Facing 2024 deadline, NASA issues a report defending the Lunar Gateway
Ars Technica » Scientific Method 2019-05-02
Enlarge / Under some designs plans, the lunar Gateway more resembles the International Space Station than a small outpost. (credit: NASA)
On Wednesday, as NASA continued to press lawmakers to support an accelerated plan to return humans to the Moon, the space agency began distributing a document titled Why Gateway? in defense of a return. The document summarizes why NASA thinks a space station near the Moon is critical to human exploration, and it was first shared internally by the Gateway program office at Johnson Space Center in Houston. The document can be read here.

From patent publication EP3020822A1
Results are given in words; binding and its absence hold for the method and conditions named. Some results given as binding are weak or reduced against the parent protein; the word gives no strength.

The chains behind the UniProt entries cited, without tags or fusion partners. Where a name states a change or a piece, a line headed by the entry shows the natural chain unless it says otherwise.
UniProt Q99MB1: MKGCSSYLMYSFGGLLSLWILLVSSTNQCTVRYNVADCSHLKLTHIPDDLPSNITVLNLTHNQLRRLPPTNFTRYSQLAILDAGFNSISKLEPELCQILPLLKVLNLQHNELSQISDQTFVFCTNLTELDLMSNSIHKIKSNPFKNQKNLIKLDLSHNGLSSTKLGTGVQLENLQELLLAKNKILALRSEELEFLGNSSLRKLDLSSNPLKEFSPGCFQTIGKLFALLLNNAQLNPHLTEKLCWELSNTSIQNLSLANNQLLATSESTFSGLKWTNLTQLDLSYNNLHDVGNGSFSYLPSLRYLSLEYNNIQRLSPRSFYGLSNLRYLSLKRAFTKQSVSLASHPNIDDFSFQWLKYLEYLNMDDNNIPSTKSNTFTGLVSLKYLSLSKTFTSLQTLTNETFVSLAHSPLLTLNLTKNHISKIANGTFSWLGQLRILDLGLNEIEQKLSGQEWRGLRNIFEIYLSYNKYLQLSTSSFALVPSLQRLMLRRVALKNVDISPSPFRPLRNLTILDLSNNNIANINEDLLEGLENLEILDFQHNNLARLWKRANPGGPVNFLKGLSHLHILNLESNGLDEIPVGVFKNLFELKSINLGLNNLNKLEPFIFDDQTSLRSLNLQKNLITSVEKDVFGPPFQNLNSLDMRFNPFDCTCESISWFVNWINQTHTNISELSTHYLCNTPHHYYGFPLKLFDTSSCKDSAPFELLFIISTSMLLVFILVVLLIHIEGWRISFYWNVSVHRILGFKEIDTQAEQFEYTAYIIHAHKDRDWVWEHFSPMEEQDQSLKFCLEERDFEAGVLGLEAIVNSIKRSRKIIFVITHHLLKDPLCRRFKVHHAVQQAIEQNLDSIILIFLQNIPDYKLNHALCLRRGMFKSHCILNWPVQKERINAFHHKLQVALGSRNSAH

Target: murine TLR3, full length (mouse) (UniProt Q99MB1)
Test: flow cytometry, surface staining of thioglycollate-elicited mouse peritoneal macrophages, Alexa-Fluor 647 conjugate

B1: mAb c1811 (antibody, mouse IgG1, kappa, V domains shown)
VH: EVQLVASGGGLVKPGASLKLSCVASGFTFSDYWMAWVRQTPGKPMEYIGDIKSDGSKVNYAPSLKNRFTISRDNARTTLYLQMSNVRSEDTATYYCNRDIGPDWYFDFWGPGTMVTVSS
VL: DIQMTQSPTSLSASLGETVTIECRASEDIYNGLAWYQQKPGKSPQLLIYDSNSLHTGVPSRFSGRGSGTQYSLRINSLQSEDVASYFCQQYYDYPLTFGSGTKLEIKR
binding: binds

The five-page paper is not signed by any NASA official, nor is a point of contact listed. Additionally, because there are several grammatical errors and typos, it appears the document was rushed into production. Since it is not marked "for internal use only" and is written at a fairly general technical level, it seems meant for public consumption, including members of Congress amid criticism of the concept.
"I do not know whether it is intended as a formal statement of policy, but the fact that it was released anonymously means someone expected blowback," said a NASA source who had read the document and is familiar with the agency's plans to bring a human landing forward from 2028 to 2024. This source said the document accurately reflects what NASA's chief of human spaceflight, Bill Gerstenmaier, thinks about the Gateway and its role in human exploration. "It is certainly the most succinct summary of the thinking that goes into Gateway, and what the NASA HQ party line is, that I have read."